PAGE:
Let’s agree to agree

AgreementHere’s a basic test: which sentences below are correct and which incorrect?

  • They is red.
  • You are happy.
  • I were ready on time. (notwithstanding certain dialects in parts of England)

You would easily have picked only the second one as being correct, because people know that a verb has to agree with its subject, even if they don’t know the terminology for this. The problem with the other two sentences is that the number of the subject does not agree with the number of the verb. In the first sentence, the subject is plural ‘they’, which requires the plural verb ‘are’. The third sentence has singular subject ‘I’, but an incorrect plural verb ‘were’. This is fundamental grammar that people know intuitively about their first language.

No problem, right? Not so fast. These examples are easy, but it rapidly gets complicated; I see errors of subject–verb agreement all the time.

Separating subject and verb

The problem is often that the subject is separated from the verb by a whole swag of extra information. This makes the subject phrase very long, and writers find it difficult to keep the mental connection between the subject and its verb. Here’s another basic sentence:

  • ‘The artist cleans the brushes’.

The subject (The artist) appears exactly before the verb ‘cleans’, as is usual in the basic grammatical structure of English. And now with extra information:

  • ‘The artist wearing the spattered smock with the yellow sunflowers cleans the brushes.’

Now the verb ‘cleans’ is coming right next to a plural noun ‘sunflowers’, which can tempt writers to use a plural verb ‘clean’. (Fowler’s Modern English Usage calls this ‘attraction’ or ‘proximity’.) However, ‘sunflowers’ is not the subject of the sentence and does not govern the verb. The subject is still ‘The artist’, which requires the singular verb ‘cleans’.

Compound subjects

Another problem happens with compound subjects, as in this example:

  • *‘Improvement and expansion has changed the methods used in each section of the department.’

There are two nouns here, making this a compound subject that requires a plural, not a singular, verb. This should read ‘Improvement and expansion have changed …’

One exception to this happens when the two items are considered to be a single unit, so they take a singular verb.

  • ‘Fish and chips is my favourite meal’.

Another exception is when the second noun is connected to the first by ‘with’, ‘as well as’, ‘in addition to’, ‘except’, ‘together with’, ‘no less than’, ‘or’ or ‘nor’:

  • ‘Improvement, as well as expansion, has changed the methods used in each section of the department.’
  • ‘Each dot or dash is required to be in red.’

When writers combine these two techniques – adding extra information to the subject and using compound subjects – it can get even more confusing.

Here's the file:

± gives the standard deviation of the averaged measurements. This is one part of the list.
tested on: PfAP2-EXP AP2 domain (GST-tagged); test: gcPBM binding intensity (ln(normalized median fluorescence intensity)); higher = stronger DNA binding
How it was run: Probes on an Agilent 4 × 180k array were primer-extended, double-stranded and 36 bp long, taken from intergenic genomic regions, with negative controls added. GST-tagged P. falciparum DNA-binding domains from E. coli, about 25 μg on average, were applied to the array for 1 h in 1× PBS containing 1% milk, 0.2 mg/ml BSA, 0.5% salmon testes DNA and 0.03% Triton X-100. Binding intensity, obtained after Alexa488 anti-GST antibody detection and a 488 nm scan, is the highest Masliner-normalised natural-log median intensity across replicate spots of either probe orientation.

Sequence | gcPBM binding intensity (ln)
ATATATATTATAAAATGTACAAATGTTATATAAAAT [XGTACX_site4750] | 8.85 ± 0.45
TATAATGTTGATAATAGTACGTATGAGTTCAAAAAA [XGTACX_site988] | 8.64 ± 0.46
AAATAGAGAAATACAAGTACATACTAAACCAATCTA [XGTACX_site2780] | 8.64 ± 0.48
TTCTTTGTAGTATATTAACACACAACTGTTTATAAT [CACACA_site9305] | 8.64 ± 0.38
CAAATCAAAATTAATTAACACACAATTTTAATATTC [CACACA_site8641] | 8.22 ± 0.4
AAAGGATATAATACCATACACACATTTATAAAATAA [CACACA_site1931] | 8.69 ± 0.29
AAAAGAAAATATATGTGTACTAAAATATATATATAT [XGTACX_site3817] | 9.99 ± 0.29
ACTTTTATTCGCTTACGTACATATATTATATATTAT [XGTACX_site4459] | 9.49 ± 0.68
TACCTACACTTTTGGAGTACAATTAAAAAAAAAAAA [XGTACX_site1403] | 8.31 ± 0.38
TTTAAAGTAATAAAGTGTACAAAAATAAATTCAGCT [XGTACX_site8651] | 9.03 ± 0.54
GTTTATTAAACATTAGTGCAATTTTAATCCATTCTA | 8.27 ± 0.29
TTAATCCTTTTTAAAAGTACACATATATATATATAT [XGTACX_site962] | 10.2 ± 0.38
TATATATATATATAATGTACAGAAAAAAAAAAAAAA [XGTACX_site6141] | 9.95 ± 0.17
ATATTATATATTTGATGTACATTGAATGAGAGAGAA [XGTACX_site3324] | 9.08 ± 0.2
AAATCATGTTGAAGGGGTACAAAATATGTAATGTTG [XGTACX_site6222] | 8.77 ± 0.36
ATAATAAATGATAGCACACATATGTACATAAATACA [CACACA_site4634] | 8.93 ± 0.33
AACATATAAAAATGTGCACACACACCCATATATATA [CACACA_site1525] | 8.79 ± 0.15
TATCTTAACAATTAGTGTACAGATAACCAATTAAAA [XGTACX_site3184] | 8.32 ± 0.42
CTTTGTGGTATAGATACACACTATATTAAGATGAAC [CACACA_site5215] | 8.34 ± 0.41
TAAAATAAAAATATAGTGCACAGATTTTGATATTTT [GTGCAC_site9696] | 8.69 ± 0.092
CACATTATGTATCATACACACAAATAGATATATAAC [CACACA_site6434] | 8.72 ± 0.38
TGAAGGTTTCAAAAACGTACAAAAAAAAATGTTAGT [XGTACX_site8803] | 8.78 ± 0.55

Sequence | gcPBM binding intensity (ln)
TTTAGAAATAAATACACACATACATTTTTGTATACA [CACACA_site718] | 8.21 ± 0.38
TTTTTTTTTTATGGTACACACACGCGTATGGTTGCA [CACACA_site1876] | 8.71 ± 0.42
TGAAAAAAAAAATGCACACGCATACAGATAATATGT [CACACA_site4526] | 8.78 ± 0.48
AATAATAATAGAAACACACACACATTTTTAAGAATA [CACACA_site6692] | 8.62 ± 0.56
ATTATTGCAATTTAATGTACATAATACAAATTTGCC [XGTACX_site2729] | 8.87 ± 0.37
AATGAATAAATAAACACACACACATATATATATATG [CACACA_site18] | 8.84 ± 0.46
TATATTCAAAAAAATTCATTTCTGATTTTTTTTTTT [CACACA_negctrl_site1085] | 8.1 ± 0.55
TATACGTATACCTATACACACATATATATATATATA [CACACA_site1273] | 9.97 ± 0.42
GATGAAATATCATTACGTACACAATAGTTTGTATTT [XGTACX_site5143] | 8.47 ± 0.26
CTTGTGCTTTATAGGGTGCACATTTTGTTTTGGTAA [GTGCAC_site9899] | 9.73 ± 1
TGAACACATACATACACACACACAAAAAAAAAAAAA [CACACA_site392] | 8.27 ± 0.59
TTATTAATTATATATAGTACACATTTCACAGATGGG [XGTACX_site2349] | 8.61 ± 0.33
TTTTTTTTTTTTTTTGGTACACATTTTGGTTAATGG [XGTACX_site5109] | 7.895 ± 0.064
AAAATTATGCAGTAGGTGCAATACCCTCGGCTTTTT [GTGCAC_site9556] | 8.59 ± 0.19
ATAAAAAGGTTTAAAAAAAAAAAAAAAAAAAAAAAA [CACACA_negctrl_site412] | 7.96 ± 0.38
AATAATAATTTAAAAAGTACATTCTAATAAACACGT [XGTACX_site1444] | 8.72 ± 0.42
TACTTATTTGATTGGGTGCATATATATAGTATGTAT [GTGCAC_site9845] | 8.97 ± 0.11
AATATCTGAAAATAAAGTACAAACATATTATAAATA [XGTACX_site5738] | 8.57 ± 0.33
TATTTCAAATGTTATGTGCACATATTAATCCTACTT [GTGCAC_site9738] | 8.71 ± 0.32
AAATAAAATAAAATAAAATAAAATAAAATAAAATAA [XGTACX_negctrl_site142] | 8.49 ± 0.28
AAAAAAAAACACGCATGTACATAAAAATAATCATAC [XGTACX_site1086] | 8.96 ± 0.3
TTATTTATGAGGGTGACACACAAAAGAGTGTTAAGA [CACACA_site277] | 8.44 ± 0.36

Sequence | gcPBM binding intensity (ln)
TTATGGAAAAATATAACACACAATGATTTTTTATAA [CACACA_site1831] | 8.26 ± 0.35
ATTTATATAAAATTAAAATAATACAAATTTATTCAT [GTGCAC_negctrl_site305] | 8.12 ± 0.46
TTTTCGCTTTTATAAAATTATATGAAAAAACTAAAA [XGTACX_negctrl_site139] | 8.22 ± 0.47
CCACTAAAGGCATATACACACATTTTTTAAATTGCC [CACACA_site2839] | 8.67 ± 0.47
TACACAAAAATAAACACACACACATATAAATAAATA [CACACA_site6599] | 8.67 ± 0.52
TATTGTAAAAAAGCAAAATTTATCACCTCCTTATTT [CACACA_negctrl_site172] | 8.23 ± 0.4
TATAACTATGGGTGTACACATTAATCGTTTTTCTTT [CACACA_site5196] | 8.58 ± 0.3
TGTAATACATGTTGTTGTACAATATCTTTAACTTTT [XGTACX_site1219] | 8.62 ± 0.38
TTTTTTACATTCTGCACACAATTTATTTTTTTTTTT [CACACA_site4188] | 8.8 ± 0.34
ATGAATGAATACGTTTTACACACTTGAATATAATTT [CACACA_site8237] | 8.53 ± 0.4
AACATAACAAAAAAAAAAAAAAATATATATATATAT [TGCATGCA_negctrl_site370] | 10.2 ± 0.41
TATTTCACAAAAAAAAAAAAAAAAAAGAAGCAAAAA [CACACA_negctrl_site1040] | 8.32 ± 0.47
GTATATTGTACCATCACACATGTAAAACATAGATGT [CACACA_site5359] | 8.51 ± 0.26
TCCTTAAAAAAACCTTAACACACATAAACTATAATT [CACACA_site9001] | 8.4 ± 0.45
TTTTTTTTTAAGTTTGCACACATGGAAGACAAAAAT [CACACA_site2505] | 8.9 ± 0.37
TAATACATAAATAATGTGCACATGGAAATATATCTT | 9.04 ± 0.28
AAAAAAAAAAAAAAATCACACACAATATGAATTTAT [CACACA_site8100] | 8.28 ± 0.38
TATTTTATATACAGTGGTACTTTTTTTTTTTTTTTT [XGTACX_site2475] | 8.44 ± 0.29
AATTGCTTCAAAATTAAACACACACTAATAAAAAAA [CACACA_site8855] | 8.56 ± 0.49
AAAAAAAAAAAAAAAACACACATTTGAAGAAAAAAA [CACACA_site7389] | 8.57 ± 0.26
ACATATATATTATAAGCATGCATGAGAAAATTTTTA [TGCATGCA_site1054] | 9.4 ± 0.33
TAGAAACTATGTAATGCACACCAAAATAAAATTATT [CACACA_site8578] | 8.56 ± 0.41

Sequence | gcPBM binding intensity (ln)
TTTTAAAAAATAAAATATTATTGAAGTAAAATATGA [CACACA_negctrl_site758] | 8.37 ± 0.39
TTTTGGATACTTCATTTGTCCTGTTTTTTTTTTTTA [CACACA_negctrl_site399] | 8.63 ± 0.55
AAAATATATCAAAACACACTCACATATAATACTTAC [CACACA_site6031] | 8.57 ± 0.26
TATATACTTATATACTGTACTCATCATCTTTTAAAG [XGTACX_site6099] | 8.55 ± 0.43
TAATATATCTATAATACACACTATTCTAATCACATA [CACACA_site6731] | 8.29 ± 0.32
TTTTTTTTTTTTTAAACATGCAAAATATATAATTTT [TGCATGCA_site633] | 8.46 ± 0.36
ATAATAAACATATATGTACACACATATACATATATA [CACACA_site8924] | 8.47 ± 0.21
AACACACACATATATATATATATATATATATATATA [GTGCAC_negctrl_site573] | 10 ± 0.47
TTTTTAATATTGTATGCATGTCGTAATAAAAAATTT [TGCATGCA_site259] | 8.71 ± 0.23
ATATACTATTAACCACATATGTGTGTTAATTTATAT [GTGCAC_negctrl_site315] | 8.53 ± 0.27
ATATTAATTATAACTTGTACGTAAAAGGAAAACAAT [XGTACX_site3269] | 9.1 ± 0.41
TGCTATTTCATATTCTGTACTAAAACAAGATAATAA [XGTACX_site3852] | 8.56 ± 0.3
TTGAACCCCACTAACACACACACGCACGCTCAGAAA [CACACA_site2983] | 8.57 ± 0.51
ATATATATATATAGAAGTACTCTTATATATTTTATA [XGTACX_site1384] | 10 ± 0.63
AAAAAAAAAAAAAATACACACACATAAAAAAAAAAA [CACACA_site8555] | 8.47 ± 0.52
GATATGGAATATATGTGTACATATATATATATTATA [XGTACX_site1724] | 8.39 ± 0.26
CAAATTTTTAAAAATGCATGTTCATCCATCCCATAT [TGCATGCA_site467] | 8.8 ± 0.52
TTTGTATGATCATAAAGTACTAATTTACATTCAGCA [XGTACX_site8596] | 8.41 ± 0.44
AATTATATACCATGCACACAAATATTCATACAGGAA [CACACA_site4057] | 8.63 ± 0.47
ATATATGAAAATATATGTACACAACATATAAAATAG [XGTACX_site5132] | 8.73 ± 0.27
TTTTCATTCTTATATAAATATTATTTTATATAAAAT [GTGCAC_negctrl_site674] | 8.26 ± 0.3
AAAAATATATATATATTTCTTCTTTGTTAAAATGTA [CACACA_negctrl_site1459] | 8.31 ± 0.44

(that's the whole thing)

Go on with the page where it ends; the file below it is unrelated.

• *‘Frequent assessment of the worth of the paintings and ongoing monitoring of surveillance and protection systems in the building is important to maintain.’

Now we have a compound subject (assessment and monitoring), each with additional information (‘of the worth of the paintings’ and ‘of surveillance and protection systems in the building’) and the last noun before the singular verb is the singular ‘building’. But here the verb should be the plural ‘are’.

Other specific examples of subject–verb agreement are as follows:

  • Use a plural verb in a sentence such as ‘One of the artists who have exhibited in the city.’ (note: an exception here is when you want to draw attention to the uniqueness of the ‘one’ element: ‘One of the best artists who has exhibited in the city.’)
  • An indefinite expression such as ‘A range of options were available’ takes a plural verb, but when the definite form is used, make it singular: ‘The range of options is limited.’
  • Use a singular verb after ‘each’, ‘either’, ‘everyone’, ‘everybody’, ‘neither’, ‘nobody’, ‘someone’:
    • ‘Both artists work prolifically, but neither is rich.’
  • With ‘none’, use a singular verb if ‘none’ means ‘not one’, but a plural verb if it means more than one:
    • ‘None of the artists is rich.’
    • ‘None are so beautiful as those with confidence.’
  • Collective nouns: Some nouns that look plural function as singular items: ‘Politics is not a game.’ (Winston Churchill); equally, some nouns that look singular take plural verbs: ‘The police were notified.’ Note there is some geographical variation here between British and American use.

The topic of agreement takes up more than two pages in Fowler’s, which means there are basic rules with many different instances of applying them, exceptions to these rules, geographic variation of these rules, and – as if that weren’t enough – a little bit of stylistic interpretation thrown in, based on the sense rather than the grammatical form of the sentence. Remember also that subject–verb agreement is one of those areas where conversational habits are very different from formal writing habits. Many people say ‘There’s two games on this weekend’, but you don’t want to write ‘There’s two ways we can go forward’ in a report to a client.



Burchfield RW. 2000. Fowler’s Modern English Usage. Revised 3rd Edition. Oxford University Press. Oxford.
Snooks and Co. 2002. Style manual for authors, editors and printers, 6th edn, John Wiley & Sons, Milton, Qld.
Strunk W Jr and White EB. 2000. The Elements of Style. 4th Edition. Longman. New York.
And the image: http://www.etsy.com/listing/90585987/victorian-brooch-of-women-shaking-hands.